Introduction: Repair a Blender
I managed to burn out my counter-top blender the other day. This was both irritating as it meant I had to mix by hand, and entirely my own fault as I was trying to cream butter and sugar together with a blender.
So how to repair a domestic appliance?
I had a reasonable selection of tools, and most important of all, access to a search engine.
This 'Ible details the steps and mis-steps which led me to a solution and is indicative rather than prescriptive. Your appliance will almost certainly be different but hopefully my journey might be helpful.
Step 1: Taking It Apart
Technically, the first step to repair was waiting for a while. There might have been a self-resetting safety mechanism inside the case, so I waited a few hours and then powered on the motor. Nothing happened, which gave me some confidence that there was an actual break somewhere.
Searching the internet for a repair manual for the product returned a couple of scam-looking sites which offered to sell the manual, but no actual information.
The underside is always a good place to start, and I found no fewer than seven deep holes there, but only three of those had screwheads visible at the bottom of them. They were easy enough to remove after which, the case separated easily, but the top could not be lifted off as the stud which drives the impeller was wider than the hole in the upper surface of the case.
Time to ask Mr Google (or Mrs Duck Duck Go, or Ms StartPage). Again the net let me down, but I did find a video on removing the stud from a different make, which recommended levering the old one off. Tried that. Failed.
Found another video for a different different make which also recommended levering the stud off, but then mentioned in passing that the stud was threaded to screw on, and that it had a left-handed thread. This was the vital clue!
Looking closely at the stud showed that it rotated clockwise (seen from above) and so a left-hand thread would have been sensible.
Re-examining the underside showed a metal fan to cool the motor, and the file blade on my Leatherman was a perfect fit to slide through the vent grille and jam the fan to prevent the motor moving. With the shaft thus secured I used a pair of pliers to grip the stud (with trepidation) turned it clockwise. IT CAME FREE, which was just about the high spot of my day.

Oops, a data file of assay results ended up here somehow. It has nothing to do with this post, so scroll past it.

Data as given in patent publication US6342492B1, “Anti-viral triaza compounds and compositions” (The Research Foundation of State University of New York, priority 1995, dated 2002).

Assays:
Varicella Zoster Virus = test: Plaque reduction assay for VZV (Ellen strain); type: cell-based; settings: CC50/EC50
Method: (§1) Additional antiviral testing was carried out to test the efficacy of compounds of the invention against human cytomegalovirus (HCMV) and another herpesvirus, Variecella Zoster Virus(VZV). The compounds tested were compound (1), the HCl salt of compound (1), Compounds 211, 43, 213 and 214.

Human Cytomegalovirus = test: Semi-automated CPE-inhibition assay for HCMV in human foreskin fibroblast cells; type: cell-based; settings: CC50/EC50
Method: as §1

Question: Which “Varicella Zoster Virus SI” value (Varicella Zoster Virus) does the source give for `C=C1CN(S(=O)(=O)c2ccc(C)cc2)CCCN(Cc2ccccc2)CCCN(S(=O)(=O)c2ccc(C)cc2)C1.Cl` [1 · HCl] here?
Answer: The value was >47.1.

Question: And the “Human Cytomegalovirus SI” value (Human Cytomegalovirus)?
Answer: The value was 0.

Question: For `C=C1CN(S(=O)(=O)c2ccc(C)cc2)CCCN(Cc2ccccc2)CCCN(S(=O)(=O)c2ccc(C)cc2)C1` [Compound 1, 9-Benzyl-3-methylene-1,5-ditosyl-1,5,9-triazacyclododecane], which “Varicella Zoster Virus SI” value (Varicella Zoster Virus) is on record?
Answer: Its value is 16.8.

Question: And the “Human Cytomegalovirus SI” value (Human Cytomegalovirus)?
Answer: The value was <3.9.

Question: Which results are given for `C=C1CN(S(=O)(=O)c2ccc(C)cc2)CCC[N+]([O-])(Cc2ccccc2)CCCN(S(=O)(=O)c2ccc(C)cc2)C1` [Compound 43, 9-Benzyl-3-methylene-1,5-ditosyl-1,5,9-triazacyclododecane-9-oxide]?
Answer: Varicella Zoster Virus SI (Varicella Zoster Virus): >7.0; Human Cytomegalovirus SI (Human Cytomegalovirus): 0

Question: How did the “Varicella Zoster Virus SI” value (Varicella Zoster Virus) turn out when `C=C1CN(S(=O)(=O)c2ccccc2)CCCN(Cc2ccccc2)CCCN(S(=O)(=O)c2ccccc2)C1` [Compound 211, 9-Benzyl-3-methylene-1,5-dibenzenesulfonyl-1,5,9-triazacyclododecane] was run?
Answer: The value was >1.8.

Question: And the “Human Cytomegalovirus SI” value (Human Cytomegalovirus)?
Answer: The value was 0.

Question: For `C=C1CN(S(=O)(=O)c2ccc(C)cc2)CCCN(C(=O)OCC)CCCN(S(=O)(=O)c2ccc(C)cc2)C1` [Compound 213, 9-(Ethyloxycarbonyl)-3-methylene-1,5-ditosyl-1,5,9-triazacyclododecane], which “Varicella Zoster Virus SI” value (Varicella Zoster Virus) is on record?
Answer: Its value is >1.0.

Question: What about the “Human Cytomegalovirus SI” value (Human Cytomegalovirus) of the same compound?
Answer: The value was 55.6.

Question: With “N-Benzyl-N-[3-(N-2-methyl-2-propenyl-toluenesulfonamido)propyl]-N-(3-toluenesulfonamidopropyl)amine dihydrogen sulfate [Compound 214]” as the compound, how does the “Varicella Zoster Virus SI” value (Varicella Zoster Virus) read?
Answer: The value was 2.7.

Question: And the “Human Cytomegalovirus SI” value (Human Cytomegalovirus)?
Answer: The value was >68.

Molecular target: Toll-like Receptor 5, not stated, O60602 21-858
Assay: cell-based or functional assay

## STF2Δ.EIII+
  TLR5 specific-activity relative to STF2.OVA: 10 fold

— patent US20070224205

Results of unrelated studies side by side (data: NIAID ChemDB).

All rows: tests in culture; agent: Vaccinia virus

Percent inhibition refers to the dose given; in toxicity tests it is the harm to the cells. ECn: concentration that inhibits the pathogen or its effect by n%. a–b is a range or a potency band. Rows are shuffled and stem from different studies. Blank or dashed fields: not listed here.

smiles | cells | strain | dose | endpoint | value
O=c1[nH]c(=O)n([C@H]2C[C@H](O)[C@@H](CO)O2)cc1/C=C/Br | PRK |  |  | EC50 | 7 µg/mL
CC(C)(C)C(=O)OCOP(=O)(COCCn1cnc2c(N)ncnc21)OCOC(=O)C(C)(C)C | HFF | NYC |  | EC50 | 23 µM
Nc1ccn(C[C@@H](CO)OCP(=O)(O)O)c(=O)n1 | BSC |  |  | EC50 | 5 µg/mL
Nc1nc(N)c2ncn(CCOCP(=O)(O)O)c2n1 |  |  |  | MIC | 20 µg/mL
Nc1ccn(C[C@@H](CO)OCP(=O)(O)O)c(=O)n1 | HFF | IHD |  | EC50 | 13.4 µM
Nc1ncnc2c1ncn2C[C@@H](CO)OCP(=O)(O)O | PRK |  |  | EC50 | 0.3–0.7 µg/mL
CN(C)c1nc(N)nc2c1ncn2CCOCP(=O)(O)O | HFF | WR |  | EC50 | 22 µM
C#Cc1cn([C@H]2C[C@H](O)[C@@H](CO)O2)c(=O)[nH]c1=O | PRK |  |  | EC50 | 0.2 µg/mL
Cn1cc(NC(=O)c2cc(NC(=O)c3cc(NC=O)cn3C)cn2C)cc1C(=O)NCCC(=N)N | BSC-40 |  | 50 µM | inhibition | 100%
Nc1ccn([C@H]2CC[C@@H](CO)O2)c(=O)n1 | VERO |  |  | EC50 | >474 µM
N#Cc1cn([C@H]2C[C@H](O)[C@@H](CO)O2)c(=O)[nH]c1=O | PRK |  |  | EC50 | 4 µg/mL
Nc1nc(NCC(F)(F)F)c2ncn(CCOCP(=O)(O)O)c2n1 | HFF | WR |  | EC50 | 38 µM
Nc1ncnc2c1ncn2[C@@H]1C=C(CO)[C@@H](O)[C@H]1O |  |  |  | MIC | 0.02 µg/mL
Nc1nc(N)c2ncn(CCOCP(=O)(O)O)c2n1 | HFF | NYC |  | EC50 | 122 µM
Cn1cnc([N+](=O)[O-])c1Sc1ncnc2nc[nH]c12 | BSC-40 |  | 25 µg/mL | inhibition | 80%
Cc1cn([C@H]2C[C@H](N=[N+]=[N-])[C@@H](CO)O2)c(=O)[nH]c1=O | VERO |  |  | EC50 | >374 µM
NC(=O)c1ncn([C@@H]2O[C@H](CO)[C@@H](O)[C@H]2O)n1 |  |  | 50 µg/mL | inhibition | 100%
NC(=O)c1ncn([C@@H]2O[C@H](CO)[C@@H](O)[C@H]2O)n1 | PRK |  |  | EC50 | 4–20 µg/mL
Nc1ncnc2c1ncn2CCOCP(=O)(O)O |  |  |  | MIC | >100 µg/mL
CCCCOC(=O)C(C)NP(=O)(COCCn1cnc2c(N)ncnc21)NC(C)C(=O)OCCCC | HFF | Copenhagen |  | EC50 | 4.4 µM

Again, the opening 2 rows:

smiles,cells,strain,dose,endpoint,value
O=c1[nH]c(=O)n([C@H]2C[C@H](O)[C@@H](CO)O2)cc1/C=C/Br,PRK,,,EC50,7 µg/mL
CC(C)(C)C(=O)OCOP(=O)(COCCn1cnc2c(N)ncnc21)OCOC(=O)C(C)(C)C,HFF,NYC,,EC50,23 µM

Step 2: Examining and Testing Internal Components
With the top cover off, the first thing noticed was a small yellow block. Searching for the part number identified it as a capacitor. It didn't look to have any physical problems (distortion, holes, smoke stain) so I checked it with a meter and it looked OK. Time to push on.
There was a plastic cover over the motor, and then that was removed the two screws holding the motor in its housing were apparent. There was nothing looking damaged on the top part of the motor, so I drew it out of its housing and turned it upside down to check the rest of it.
There were two small blue disc capacitors visible, both of which were checked visually and electronically and which seemed OK.
The brushes on the motor were visible through the side, and they were also checked visually and electrically without any progress.
Then I followed the wiring to the switch and found the thing shown in the first photograph above. A bit of thinking led to "could be a fuse", which was the second time I went "whoo."
Step 3: Accessing and Testing the Fuse
To get access to the fuse required removal of the switch.
To remove the switch required access to two screws right inside the base of the casing.
To get access to those screws required removal of the control knob.
To remove the control knob, about four hands were required to bend and stress various plastic catches at the same time, which is why there is no photograph of that.
Seriously, this bit of kit was not designed for ease of maintenance.
Once the knob, screws and switch were out, there was enough access to cut through the heat-shrink tube around the fuse.
Great news, and another "whoo." It was in fact a fuse and it had a little scorch mark on the inside of the glass where it looked as if the fuse had blown.
I buzzed that out to prove that the fuse was blown, and then removed the fuse from the in-line end-caps which held it in the circuit. The type and rating of the fuse is usually etched in the metal end caps, but without an impressive macro lens you'll have to take my word for it. This claimed to be a "250V, 2A Slow-Blo". The mixer is designed to run on 240V mains, and is rated at 430watts, while the remaining wire in the fuse appeared to have been coiled before blowing, so all of those claims seemed plausible.
Time to find a replacement.
Step 4: Replace Fuse, Insulation and Case
After an afternoon of driving around, I sourced a replacement. Thank you Jaycar! (Other suppliers are available. They just don't carry 2A slow-blo)
Before fitting the fuse into the holder, I cut enough 10mm/5mm heatshrink to cover the whole assembly and slid that over the longer side wire.
Then I bolted the motor back into its housing and refitted the cover before a very quick test with the lid off ensured that things were turning.
The heatshrink was slid into position and a party candle was used (carefully) to apply enough heat to cure the sleeve. I really need to buy a heat gun.
After that, the wire was routed neatly the way it had been and the switch and knob were refitted. Then the lid went on and was screwed back into place.
A final check that there weren't any spare screws sitting around, and then I refitted the driving stud.
Power on and everything is working! Yay, that's a hundred bucks I don't have to spend.
Lessons and Learnings
If you can't find exact manuals, do a fair bit of research before getting too physical.
Have a decent stock of fuses; it will save a lot of driving.
It's always worth trying to repair something.
Don't cream butter and sugar in a blender.
Participated in the
Fix It! Contest